I have two daughters at school in Orange and a farm in Mudgee. My time is fairly evenly divided between the two. Conversations with other parents at sporting and other occasions are convivial, politics as a topic is generally absent or discussed only in the broadest of terms. Not over the past few weeks.
As the likely effects of the budget measures begin to sink in conversations at netball have an increasingly critical and hard edge and this from people normally reserved and slow to judge. My fellow parents are doctors, nurses, school teachers, engineers, lawyers, business people, farmers and the like. Middle Australia.
Distance is money in rural Australia, so increasing the price of fuel has an immediate and negative impact. Education and health are primary concerns. Rural Middle Australia is aspirational in the broadest sense. There is anger at the costs being imposed on tertiary education. Country parents already pay a premium to help their children through higher education. Country kids can’t live at home and attend university.
There is anger at cuts to the CSIRO and to funding scientific research, particularly in agriculture. There is a perception, as with Rudd and Gillard before him, that the Prime Minister, Tony Abbott, has little understanding of the issues facing rural Australia. Little slack is cut for claims of building new rural infrastructure.
But it wasn’t by any means all about them. There was concern at the removal of the safety net and the right to sustenance and dignity from the least advantaged and disabled in the rural community where jobs, training and care are hard to access and require private transport.
There is anger that Abbott has moved so fast to engineer change, particularly when the message of crisis has failed to resonate. Rural Australians are not so easily spooked or corralled as Canberra advisers seem to believe of the broader community. If you want crisis try managing a farm or business through extended drought.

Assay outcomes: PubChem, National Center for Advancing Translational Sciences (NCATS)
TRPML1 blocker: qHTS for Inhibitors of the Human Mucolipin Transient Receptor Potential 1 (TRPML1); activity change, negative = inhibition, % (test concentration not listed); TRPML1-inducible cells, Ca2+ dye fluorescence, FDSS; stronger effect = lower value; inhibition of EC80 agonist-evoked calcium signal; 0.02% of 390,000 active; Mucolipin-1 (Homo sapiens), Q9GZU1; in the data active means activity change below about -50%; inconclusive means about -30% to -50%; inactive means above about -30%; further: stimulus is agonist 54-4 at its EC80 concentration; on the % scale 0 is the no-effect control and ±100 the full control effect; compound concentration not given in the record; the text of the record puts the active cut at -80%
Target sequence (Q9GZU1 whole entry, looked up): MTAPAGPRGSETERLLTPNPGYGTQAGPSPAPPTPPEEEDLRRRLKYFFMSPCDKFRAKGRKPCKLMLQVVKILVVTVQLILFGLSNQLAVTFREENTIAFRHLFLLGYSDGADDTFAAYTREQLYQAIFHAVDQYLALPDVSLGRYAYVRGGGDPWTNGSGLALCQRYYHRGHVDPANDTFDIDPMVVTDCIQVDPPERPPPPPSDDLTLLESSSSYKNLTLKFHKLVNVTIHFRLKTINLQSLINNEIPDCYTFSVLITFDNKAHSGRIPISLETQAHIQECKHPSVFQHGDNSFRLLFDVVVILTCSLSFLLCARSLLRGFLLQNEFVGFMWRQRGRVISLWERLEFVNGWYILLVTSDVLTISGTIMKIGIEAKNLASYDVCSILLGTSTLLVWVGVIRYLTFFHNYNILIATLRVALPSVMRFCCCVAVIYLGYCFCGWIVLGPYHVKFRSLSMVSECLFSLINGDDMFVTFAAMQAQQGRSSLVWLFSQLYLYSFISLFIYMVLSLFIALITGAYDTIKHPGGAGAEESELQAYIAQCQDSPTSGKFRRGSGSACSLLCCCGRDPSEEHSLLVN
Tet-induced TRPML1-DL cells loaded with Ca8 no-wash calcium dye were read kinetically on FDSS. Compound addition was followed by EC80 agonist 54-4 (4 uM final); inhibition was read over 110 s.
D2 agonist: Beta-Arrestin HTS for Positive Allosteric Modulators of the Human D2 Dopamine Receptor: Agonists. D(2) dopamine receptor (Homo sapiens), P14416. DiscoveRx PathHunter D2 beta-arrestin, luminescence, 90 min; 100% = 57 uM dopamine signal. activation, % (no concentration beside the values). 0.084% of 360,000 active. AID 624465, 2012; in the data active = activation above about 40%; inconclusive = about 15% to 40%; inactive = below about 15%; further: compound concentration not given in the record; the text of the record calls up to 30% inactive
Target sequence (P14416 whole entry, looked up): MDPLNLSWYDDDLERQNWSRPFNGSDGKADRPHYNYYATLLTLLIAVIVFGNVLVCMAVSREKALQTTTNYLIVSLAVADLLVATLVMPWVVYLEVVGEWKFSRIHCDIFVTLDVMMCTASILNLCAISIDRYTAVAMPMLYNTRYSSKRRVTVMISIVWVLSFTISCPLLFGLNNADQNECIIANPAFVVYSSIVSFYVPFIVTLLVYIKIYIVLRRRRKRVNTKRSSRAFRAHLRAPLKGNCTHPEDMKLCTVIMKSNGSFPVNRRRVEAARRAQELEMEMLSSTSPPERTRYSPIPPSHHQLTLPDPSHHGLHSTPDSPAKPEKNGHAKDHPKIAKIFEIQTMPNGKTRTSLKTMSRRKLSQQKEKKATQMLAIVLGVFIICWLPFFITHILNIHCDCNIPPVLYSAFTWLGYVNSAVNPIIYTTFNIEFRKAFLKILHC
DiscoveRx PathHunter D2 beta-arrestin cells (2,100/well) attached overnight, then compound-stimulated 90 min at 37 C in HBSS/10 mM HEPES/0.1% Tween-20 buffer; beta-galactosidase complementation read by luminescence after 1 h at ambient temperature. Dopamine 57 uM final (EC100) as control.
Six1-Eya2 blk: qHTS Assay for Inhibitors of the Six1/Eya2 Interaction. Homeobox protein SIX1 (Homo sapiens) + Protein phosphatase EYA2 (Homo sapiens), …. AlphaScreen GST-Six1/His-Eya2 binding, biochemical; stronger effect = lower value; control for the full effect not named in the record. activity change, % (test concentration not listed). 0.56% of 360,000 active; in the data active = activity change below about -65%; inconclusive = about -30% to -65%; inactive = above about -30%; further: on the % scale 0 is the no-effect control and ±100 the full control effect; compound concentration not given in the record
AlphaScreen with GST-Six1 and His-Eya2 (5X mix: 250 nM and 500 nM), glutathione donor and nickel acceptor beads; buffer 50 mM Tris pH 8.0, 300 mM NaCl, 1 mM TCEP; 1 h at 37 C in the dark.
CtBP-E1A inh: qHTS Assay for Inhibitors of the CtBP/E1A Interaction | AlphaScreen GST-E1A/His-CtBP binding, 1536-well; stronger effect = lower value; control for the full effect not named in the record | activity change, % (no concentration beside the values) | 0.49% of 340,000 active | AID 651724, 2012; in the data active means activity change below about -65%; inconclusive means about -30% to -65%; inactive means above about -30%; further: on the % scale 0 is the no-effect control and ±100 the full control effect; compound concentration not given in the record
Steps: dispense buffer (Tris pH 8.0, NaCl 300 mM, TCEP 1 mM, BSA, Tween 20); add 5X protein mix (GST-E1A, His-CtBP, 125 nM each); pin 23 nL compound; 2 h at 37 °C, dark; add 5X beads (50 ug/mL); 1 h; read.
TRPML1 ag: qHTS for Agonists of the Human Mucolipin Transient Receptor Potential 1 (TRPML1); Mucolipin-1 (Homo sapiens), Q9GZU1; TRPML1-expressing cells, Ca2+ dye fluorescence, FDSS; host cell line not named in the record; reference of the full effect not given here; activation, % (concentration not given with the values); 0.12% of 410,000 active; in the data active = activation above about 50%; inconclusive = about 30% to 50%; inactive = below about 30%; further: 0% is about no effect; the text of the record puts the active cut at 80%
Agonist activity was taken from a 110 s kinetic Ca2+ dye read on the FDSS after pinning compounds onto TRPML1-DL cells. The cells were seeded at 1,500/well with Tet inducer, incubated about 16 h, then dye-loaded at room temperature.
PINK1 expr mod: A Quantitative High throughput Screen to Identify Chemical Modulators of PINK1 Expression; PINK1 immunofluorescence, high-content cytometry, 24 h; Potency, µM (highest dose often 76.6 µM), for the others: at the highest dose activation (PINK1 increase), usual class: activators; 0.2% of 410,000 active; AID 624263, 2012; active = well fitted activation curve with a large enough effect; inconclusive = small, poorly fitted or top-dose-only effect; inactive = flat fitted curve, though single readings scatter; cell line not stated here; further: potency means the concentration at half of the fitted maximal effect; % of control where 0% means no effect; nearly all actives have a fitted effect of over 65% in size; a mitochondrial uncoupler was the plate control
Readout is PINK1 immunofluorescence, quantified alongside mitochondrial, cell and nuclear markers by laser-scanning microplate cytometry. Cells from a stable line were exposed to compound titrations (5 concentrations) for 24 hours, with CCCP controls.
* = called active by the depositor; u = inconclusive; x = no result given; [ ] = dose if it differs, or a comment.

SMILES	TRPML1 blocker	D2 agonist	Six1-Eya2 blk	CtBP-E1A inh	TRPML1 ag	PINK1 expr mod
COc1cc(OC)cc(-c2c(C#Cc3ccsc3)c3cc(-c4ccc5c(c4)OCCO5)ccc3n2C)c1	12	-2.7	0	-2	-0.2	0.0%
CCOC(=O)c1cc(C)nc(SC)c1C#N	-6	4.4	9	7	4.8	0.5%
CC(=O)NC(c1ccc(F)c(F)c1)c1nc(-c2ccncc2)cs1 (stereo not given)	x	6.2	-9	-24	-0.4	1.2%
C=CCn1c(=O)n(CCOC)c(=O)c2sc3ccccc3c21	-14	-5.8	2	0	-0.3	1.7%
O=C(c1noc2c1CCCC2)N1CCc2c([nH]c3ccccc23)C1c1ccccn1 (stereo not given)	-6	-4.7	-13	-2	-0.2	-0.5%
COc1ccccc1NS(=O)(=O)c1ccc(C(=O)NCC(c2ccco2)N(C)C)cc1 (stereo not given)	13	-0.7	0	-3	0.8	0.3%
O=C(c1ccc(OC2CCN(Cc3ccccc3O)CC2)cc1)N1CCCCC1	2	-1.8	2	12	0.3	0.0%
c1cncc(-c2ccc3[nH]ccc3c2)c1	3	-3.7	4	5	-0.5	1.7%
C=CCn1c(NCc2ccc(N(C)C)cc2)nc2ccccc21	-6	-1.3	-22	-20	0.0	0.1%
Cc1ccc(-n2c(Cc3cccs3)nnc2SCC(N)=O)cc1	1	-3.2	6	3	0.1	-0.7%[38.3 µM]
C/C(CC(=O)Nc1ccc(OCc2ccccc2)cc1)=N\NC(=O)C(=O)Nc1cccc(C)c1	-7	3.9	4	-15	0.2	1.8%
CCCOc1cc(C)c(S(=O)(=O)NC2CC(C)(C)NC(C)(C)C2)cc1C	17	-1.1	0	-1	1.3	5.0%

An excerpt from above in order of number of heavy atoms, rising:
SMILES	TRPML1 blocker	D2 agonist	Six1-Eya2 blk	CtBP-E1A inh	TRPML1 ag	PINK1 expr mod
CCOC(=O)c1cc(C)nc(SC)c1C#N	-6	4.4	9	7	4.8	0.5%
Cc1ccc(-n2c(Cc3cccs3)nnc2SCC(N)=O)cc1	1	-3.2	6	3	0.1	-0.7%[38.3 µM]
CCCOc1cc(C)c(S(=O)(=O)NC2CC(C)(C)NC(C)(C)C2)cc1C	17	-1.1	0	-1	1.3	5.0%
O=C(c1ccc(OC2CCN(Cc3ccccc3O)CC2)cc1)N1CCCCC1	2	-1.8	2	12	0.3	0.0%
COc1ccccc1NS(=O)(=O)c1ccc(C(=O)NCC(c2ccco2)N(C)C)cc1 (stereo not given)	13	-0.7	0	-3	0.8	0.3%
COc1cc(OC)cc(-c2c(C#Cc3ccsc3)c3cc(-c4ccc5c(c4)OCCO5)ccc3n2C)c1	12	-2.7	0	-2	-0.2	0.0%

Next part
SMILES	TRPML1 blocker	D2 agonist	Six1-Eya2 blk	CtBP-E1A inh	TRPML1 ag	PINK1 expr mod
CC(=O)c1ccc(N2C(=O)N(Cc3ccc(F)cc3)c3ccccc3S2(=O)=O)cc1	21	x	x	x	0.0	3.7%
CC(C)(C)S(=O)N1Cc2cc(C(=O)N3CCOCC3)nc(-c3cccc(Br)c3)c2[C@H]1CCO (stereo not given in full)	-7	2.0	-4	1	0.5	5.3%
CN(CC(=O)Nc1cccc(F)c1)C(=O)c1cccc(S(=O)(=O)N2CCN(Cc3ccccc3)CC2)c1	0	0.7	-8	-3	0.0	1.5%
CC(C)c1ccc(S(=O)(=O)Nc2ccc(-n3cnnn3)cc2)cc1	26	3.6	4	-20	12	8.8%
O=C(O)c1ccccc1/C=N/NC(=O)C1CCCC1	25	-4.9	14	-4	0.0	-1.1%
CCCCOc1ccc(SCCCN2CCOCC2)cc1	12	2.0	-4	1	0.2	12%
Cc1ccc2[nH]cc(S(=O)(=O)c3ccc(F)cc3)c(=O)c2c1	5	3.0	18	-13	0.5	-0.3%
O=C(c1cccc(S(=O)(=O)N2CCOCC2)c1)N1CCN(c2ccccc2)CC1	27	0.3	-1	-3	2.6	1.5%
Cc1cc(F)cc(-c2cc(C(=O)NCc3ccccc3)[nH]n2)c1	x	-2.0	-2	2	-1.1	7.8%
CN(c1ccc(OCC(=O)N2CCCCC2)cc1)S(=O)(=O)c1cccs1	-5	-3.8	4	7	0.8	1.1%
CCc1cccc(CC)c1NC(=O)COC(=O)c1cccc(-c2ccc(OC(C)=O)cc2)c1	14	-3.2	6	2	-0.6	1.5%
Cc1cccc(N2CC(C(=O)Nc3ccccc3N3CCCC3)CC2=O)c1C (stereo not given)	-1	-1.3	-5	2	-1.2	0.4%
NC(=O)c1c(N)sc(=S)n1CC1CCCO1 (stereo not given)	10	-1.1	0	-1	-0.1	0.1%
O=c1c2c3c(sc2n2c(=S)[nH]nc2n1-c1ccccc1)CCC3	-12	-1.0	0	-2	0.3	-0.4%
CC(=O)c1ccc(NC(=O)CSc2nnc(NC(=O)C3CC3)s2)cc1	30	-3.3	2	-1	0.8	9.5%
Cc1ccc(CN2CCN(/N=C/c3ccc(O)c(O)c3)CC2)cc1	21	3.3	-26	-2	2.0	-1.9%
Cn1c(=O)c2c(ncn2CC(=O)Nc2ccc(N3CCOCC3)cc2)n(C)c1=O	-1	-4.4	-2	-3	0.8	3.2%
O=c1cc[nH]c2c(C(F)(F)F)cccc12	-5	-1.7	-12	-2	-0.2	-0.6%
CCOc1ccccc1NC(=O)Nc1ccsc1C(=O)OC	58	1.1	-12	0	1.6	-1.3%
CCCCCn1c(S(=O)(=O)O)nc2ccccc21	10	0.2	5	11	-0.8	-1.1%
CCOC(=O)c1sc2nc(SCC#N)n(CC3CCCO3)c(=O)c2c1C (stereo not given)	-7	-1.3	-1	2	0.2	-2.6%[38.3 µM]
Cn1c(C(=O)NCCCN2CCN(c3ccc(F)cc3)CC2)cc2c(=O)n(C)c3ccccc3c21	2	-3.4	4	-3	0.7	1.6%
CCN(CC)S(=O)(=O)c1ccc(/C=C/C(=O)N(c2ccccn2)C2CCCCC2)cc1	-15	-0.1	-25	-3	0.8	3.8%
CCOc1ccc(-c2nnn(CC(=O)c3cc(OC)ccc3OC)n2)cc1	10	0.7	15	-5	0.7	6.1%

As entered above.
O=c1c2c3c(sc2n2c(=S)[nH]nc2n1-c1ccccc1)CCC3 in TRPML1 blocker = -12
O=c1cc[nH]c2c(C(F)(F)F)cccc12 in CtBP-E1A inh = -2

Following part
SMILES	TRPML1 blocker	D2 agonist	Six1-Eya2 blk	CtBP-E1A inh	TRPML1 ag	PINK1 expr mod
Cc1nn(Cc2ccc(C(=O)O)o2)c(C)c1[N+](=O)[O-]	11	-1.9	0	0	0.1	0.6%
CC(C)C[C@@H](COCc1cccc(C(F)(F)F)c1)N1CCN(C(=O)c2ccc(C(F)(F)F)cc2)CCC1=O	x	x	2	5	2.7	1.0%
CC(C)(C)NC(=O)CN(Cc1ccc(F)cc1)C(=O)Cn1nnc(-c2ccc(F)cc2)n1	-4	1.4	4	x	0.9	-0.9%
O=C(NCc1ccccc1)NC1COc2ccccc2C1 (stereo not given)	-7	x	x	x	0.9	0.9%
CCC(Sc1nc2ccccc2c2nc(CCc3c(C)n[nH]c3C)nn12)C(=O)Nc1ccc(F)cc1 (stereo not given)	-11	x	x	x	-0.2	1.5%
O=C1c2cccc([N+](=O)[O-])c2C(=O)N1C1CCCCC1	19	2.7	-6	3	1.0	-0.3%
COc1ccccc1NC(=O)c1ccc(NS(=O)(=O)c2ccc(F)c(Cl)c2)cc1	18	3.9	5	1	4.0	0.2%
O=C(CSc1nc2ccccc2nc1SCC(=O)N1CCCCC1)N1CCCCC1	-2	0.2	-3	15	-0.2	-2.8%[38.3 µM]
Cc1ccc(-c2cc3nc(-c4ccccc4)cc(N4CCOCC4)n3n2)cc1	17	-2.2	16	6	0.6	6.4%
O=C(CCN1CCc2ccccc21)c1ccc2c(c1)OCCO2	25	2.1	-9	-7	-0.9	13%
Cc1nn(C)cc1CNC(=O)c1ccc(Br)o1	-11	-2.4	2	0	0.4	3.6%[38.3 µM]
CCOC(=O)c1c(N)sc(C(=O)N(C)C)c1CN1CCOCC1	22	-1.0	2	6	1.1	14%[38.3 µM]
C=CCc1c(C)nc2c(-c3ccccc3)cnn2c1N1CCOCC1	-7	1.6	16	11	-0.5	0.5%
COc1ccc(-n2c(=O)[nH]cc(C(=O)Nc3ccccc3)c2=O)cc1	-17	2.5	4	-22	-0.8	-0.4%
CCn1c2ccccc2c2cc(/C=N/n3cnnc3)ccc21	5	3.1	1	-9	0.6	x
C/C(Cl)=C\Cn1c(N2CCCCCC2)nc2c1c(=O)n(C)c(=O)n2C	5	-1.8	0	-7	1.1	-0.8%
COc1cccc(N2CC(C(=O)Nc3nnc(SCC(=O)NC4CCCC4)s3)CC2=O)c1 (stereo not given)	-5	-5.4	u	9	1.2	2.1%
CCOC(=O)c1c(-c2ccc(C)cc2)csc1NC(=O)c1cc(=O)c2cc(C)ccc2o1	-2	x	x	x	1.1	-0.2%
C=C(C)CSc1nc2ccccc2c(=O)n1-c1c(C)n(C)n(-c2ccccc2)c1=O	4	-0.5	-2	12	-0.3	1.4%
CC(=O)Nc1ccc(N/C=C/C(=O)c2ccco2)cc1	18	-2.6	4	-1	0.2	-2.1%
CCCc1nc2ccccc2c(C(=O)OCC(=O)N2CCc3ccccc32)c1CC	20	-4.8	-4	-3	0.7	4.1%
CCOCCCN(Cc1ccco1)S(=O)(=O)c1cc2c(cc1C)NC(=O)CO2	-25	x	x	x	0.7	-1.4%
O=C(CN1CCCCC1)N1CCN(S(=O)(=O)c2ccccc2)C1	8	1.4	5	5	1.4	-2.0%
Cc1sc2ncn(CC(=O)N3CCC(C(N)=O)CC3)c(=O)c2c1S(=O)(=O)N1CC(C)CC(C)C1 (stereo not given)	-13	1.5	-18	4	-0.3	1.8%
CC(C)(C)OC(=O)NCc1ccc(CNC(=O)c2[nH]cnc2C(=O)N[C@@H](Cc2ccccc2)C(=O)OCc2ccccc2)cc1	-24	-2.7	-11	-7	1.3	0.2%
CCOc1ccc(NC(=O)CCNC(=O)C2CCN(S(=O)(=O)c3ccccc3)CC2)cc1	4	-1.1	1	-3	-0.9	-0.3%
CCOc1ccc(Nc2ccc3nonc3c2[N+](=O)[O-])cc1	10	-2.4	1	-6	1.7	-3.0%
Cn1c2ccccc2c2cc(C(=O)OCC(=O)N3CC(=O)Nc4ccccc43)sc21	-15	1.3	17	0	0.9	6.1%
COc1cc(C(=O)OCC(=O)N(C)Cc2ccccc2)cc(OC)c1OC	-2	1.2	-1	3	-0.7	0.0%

They don’t like the way Abbott and Education Minister, Christopher Pyne, project themselves. Pyne is seen as strange and Abbott as less than credible. Lying was never going to sit well with the conservative middle class. It is a question of character.
Both federal members in the electorates that I move between are seen as time servers and the National Party as ineffective in arguing the case and getting positive outcomes for rural Australians. The budget has weakened the grip of the Nationals in rural Australia. There seems to be a general feeling that Malcolm Turnbull would provide more coherent leadership and project a better image of Australia than Abbott.
Worryingly, from the Abbott government’s point of view, the concerned rural middle class seem to have made their minds up about Abbott and his budget. Spin is unlikely to change those impressions, the damage is done.
If other parts of middle Australia have come to a similar conclusion Abbott has a problem. His brand is damaged, perhaps irreparably.
The unanswered question is where is Abbott taking us? What are the government’s plans for the future beyond slash and burn? When we reach the Elysium of a balanced budget, what then?
Those voters perceived to have supported the Labor Party are being punished; the problem for Abbott is he is punishing many of those in his own support base as well as the swinging voters he needs to get re-elected. Can he do it, or is he One Term Tony. He might get another term, but that will be all. On the other hand Turnbull as leader would get two or three terms, all other things being equal.
But first he has to throw off the yoke of the right wing nutters, many of them on Abbott’s front bench.
Not even Shortens lack of conviction might be enough to keep Abbott in power. Rural Australia might see again the rise of Independents and the Greens and Palmer can be expected to increase their votes. However a galvanised Turnbull might keep them at bay.
Even the much vaunted ‘success’ of turned back boats might come to haunt an over inflated Morrison. As the number of asylum seekers builds on Indonesia, Australia can expect to be asked to take some.
A distinguished, highly educated former senior diplomat and colleague of mine said to me recently that he believes that Abbott really doesn’t understand very much at all. That he hasn’t a clue about infrastructure, that he thinks in sound bites and that he believes in nothing except maintaining his hold on power, oh yes, and that he lacked maturity.
The Senate may save Abbott in the short term from further backlash at the excesses of his budget, but it will not save Abbott in the longer term from the ravages of his personality and make up.
As he goes about dumbing down the country and humiliating the disadvantaged, he is furthering the gap between the haves and have nots, a dangerous agenda for the future social and economic well being of the nation. He is mistaken if he thinks he can buy back the concerned middle class with tax cuts. That will not be enough to get them swinging.
Bruce Haigh is a retired diplomat and political commentator.